Hi everyone, Heidi here, today I would like to show you that you can not only use Lindy’s Stamp Gang products to paint with or create mixed media projects with but that you can also use them in your calligraphy projects!
What do you need?
If you have never used a calligraphy pen before or have never really practiced with one than I surely recommend doing that first.
What do you need to get started:
– Practise paper, lots of it, I prefer grid paper with 5 mm x 5 mm squares. This way you know your characters are all the same height and if the characters are straight and this paper is cheap;
– A calligraphy pen: they come in lots of different sizes and shapes, with or without ink cartridges, cheap and expensive and so on. For today’s project, I used loose calligraphy nibs (no ink cartridge pen). I tried out the different nibs that I have and for my final project used the 2 mm nib as well as a pointed fine tip;
– I used a brush to apply the ink to the nib;
– A quote;
– A palette to hold your inks that you can dip your brush into.
– Your inks: for today’s project I used three colors of Lindy’s Stamp Gang Squirts as my inks, pure from the bottle, not mixed with water.
– A sheet of regular printer paper that you cut to the size of your final project, here you create a draft of your quote, then you also know how large your final characters will be (my final project is 26,5 cm x 19,5 cm);
– Paper for your final project: I choose Strathmore Bristol Smooth Surface, you can use whatever smooth paper you have;
– A ruler, graphite pencil and an eraser.
Even if you have experience with calligraphy you maybe have never used Lindy’s Stamp Gang Squirts with your calligraphy pens. Try out the different colors and how they respond, how often do you need to reload the ink with the brush to the pen and such things more.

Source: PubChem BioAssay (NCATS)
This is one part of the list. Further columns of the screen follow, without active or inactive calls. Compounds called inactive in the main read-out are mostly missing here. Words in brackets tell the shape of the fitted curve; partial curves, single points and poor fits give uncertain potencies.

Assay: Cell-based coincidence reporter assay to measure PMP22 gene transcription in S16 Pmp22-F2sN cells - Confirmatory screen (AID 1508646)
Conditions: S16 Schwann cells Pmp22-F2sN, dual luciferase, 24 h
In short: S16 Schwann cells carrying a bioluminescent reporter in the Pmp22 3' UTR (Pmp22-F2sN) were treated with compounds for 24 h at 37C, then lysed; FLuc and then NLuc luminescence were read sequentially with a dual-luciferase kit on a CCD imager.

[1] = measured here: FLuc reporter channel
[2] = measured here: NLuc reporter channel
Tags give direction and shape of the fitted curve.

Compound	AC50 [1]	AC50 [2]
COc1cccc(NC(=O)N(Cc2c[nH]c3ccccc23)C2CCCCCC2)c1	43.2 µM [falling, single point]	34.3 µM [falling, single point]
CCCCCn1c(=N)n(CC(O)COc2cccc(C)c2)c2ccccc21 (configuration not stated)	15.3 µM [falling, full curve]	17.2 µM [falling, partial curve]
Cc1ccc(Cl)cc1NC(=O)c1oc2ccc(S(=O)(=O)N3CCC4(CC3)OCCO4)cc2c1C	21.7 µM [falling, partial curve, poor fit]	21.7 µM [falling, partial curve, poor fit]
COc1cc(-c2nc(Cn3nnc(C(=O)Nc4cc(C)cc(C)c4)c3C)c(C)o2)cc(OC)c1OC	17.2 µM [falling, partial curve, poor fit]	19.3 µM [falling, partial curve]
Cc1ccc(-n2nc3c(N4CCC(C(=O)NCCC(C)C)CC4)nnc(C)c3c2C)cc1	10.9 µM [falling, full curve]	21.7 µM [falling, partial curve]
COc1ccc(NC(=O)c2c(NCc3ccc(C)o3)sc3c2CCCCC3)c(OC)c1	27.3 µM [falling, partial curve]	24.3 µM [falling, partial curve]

After trying out different colors I settled on the red LSG Squirt (Oh Canada Crimson) for the words written with the pointed fine nib and LSG Squirts in Emerald Eh?! and Loonie Toonie Teal for the rest. I also practiced letting the green squirt run into the teal squirt while writing a text. I love this result!
I also found out that it was really important to dry each line of text before starting writing the next line because the Squirts don’t dry fast enough on their own to not smudge the ink with your hand.
Create the draft
Then I created the draft with a graphite pencil and a fine liner pen so that I knew which words would be what letter type and how large the characters would be on the size sheet that I wanted my final project to be on.
Now that I know what my project will look like in the sense of what quote to use, what letter type and how large the characters will be I used a ruler, a graphite pencil and a light hand to draw the lines on the final paper (Strathmore Bristol Smooth surface in my case). I also draw in the text for the red color because that is not my usual calligraphy style and I felt uncertain how it would look.
Of course, you can also freehand, write without placing the lines first, I do that often, but I wanted today’s project to look really nice and neat.
Go for it!
After all this practicing and preparing I finally created my project. Don’t add too much ink at once to the nib reservoir but reload regularly. I started with the green color and after that only added the teal color to the nib reservoir, this creates a gradual shift in color. I did the say with the third line of text.
I dried each line of text with my heat tool before going to the next one. To create a more aged and authentic look I also created splatters by brushing the nib over the hairs from the brush. Also dry these before moving on.
When done I added the red color with the fine nib pen going over the text that I already penciled in.
You can erase the lines that you used for writing but I left them.
And to finish my project I distressed the edges of my paper using a scissor.
I totally love how this project turned out!